If you can use a cast iron, skillet or griddle for this recipe it's safer because it needs to withstand the high heat we're using.
One More Tip
Once the pan is hot, very, hot, piping hot and you've laid the steak down, whatever you do avoid the temptation to move it or fiddle with it in any way. It needs a good couple of minutes to cook and create a crust underneath. It will lift with ease once you move it after it's had time to sear.
Two Ways To Cook Steak
Remember when I said I always sear one steak at a time? I also do that because my husband and I like our steak cooked differently. I make his steak second because it must well seared with that crust we were talking about. That will leave dirtier oil in the pan so I start with mine.
I prefer more juices, less seared and extra tender. In effect one steak is medium to well done and the other medium.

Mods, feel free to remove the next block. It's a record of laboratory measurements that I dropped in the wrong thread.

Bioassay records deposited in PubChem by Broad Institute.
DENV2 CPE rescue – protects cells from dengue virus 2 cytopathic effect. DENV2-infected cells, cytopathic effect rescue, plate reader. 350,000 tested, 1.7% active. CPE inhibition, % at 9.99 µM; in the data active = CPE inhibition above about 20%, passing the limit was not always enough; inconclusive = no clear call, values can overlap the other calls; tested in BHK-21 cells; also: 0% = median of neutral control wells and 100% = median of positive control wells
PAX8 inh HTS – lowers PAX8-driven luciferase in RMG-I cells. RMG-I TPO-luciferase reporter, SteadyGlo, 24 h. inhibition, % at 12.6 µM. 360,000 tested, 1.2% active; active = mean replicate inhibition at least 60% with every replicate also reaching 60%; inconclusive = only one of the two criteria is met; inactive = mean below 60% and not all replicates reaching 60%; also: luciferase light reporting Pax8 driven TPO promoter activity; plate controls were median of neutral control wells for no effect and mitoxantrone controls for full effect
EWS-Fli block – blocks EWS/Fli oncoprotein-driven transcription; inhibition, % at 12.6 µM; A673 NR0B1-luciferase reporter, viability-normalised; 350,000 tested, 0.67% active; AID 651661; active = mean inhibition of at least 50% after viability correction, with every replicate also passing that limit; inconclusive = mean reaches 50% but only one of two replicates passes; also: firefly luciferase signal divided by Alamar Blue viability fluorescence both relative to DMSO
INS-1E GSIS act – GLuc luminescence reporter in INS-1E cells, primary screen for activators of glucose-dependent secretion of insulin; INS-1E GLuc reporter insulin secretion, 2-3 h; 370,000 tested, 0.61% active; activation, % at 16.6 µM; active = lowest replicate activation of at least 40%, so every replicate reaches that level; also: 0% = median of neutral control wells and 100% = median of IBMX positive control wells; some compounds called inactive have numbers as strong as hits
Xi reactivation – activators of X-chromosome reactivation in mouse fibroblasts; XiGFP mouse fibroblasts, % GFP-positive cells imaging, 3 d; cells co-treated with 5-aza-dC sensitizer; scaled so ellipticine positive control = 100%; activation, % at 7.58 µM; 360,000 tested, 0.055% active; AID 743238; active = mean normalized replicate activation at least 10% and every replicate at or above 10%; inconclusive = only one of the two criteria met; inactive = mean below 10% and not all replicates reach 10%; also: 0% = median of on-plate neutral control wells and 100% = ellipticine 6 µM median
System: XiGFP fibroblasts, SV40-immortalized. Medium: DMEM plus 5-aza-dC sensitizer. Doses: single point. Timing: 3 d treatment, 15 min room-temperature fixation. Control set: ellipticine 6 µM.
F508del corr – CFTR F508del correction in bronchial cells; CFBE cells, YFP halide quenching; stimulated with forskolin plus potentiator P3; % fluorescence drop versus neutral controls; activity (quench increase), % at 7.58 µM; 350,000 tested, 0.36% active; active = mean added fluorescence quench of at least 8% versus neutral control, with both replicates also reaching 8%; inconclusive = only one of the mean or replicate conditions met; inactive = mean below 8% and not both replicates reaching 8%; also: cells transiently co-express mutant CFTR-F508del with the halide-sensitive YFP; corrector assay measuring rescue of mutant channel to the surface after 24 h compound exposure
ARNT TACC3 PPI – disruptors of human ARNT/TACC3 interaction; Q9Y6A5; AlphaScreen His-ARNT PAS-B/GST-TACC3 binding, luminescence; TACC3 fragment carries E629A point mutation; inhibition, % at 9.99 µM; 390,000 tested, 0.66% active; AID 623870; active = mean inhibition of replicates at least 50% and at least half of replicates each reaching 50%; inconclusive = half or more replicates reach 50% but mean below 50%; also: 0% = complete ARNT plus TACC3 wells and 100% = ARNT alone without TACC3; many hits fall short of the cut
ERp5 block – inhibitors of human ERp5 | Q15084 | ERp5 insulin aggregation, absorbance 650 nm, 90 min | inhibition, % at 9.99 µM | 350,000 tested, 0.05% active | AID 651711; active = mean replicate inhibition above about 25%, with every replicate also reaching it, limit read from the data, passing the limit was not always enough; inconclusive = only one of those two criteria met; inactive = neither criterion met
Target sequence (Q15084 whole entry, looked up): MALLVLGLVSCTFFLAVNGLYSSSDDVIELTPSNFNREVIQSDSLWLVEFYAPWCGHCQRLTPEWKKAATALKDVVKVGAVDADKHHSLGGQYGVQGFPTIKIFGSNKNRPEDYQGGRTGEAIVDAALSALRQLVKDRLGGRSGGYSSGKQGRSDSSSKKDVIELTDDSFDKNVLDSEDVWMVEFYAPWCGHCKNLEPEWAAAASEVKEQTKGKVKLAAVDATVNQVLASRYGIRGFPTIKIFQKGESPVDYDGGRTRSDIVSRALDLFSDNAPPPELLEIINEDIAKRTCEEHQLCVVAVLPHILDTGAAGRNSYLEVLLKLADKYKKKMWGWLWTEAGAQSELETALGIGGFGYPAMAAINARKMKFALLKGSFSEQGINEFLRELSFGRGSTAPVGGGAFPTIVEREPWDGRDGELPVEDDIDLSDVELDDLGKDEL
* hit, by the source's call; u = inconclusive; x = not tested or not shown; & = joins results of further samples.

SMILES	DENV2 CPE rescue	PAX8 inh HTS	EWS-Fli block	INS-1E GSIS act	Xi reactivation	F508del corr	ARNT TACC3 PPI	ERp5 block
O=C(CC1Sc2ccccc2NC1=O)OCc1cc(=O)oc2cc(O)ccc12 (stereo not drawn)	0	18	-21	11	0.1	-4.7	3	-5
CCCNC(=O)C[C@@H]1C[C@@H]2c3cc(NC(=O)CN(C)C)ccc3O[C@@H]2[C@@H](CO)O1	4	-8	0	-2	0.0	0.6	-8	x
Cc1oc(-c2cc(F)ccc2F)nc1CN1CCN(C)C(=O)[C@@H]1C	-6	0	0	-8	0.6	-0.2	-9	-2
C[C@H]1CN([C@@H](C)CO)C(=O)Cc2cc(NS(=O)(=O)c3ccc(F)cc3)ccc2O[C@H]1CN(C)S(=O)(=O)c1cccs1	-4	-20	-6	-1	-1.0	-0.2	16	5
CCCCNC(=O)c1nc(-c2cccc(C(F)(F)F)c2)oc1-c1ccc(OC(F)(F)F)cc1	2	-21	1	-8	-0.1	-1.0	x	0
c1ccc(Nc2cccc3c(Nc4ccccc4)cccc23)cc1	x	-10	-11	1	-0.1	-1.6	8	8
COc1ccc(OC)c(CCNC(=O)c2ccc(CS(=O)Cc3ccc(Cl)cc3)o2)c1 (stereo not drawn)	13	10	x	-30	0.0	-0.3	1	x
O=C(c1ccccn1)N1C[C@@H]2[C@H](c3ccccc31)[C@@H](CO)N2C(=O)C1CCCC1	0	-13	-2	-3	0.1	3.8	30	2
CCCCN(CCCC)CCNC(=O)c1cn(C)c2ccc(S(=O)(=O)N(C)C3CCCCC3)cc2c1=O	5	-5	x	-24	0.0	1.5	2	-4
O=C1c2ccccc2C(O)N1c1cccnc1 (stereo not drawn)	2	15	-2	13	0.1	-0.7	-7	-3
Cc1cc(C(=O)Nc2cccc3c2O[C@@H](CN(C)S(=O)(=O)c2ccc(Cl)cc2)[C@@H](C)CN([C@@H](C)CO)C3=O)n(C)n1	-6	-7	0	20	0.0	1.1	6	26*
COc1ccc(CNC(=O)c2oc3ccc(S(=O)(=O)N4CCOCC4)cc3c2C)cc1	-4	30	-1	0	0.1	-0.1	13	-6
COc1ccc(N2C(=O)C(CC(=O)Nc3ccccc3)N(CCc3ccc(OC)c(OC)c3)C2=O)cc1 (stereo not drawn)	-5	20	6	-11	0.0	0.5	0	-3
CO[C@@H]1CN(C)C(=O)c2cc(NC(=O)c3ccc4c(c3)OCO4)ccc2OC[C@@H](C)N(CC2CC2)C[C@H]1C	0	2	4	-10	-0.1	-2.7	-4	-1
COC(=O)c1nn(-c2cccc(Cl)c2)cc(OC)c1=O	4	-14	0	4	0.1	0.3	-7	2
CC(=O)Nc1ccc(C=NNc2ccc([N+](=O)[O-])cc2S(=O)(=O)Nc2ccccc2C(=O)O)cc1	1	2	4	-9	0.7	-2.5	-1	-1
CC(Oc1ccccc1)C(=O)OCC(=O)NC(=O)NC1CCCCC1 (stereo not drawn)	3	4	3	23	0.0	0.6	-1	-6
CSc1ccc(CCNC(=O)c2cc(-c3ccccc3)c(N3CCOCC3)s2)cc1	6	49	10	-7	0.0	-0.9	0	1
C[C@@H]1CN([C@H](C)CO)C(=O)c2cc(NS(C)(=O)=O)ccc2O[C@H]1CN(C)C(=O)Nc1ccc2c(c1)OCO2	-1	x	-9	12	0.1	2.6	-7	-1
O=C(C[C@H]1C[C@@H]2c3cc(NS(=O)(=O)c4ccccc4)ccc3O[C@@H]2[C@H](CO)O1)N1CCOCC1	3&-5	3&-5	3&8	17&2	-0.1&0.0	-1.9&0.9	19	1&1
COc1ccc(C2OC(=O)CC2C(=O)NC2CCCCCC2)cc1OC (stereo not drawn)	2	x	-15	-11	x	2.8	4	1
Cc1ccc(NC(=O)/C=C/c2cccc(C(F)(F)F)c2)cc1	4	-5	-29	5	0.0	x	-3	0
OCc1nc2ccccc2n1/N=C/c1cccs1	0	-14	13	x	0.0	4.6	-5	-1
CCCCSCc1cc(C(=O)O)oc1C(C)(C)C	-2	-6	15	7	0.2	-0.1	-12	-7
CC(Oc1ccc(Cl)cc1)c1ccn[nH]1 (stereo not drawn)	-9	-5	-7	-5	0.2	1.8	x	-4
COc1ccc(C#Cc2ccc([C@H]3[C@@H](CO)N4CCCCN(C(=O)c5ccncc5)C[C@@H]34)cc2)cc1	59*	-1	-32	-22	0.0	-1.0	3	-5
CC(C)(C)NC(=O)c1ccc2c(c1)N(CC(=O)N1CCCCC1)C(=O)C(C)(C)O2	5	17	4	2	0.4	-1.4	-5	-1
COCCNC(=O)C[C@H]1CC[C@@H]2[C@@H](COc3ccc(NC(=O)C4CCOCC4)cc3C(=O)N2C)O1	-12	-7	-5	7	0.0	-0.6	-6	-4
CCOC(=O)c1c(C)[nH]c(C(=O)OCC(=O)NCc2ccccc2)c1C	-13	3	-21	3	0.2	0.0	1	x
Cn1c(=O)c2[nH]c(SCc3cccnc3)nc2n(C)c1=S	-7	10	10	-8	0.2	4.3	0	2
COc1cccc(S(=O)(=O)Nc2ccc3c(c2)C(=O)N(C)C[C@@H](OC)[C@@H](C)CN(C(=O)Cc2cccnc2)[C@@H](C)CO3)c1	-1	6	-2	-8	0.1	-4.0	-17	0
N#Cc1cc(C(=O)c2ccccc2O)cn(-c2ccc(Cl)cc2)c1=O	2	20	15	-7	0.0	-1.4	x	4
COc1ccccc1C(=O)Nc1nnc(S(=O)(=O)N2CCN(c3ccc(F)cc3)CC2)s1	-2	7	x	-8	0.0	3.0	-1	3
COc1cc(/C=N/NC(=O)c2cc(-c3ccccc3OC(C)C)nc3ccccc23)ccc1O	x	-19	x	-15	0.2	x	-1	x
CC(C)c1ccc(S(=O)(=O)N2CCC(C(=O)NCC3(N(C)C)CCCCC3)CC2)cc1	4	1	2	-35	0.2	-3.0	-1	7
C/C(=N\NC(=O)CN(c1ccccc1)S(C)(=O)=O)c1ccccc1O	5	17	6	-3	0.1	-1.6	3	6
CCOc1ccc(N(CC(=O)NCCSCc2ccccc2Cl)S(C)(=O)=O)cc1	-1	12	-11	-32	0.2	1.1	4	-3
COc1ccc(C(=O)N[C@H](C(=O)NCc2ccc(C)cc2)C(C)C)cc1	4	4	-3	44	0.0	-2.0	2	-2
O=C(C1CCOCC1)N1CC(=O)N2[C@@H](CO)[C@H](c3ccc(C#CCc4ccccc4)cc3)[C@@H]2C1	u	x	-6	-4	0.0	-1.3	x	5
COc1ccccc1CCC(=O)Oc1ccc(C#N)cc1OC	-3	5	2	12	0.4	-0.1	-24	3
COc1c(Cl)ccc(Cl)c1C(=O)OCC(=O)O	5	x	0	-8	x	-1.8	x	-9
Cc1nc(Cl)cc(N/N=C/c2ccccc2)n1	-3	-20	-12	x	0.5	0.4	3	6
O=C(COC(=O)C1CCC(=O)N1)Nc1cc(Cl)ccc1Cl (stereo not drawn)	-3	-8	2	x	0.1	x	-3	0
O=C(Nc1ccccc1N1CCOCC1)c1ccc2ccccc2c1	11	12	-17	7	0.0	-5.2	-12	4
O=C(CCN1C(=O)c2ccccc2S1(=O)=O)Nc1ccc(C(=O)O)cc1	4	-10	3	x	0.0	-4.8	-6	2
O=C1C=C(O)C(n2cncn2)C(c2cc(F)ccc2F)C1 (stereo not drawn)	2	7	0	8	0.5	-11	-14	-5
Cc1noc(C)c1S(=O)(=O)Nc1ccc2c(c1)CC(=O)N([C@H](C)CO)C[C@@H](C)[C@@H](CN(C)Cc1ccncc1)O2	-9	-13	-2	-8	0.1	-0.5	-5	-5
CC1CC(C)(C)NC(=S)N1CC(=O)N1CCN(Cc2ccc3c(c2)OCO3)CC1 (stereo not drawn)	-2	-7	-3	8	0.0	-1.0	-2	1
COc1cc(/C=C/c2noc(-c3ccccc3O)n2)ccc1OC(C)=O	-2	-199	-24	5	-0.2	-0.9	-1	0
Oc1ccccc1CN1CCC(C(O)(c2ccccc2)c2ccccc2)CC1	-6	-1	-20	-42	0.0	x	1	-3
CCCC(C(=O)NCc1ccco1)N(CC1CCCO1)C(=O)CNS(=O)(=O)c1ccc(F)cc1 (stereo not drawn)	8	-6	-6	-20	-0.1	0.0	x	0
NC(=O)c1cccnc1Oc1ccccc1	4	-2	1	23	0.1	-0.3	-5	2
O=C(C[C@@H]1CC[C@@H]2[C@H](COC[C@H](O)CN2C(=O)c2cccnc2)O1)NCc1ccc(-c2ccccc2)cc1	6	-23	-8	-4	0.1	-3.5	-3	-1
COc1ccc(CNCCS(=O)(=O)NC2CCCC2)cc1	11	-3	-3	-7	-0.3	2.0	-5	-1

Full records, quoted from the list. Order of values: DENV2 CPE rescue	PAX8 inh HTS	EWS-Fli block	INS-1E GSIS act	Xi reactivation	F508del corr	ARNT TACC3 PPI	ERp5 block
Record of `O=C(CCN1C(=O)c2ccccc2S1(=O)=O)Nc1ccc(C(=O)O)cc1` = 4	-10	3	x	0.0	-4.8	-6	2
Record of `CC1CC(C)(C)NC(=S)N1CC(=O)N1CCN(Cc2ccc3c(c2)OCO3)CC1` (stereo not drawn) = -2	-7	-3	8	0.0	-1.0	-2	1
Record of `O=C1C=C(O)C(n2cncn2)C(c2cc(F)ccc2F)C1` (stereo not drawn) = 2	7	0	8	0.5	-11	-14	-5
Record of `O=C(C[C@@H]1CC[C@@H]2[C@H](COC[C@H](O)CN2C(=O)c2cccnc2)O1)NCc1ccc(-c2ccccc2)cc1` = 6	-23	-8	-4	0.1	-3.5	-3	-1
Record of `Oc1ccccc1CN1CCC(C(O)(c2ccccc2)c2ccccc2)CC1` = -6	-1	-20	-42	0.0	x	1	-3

One pan seared steak is served with roasted peppers and roasted eggplant sides and the other steak with pan juices and a roasted Eggplant, Tomato and Bocconcini Salad for later. I love my food on the same plate but Italians eat one food at a time no mixing anything on the same plate roll of the eyes here friends. Notice the no garlic plate?
Just thyme for hubs then while the roasted garlic is simply the best for me! So if you also have to make your steaks different I hope that helped you a little.
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Pan Seared Steak
- Skillet or griddle pan
- Pair of kitchen tongs
- oven gloves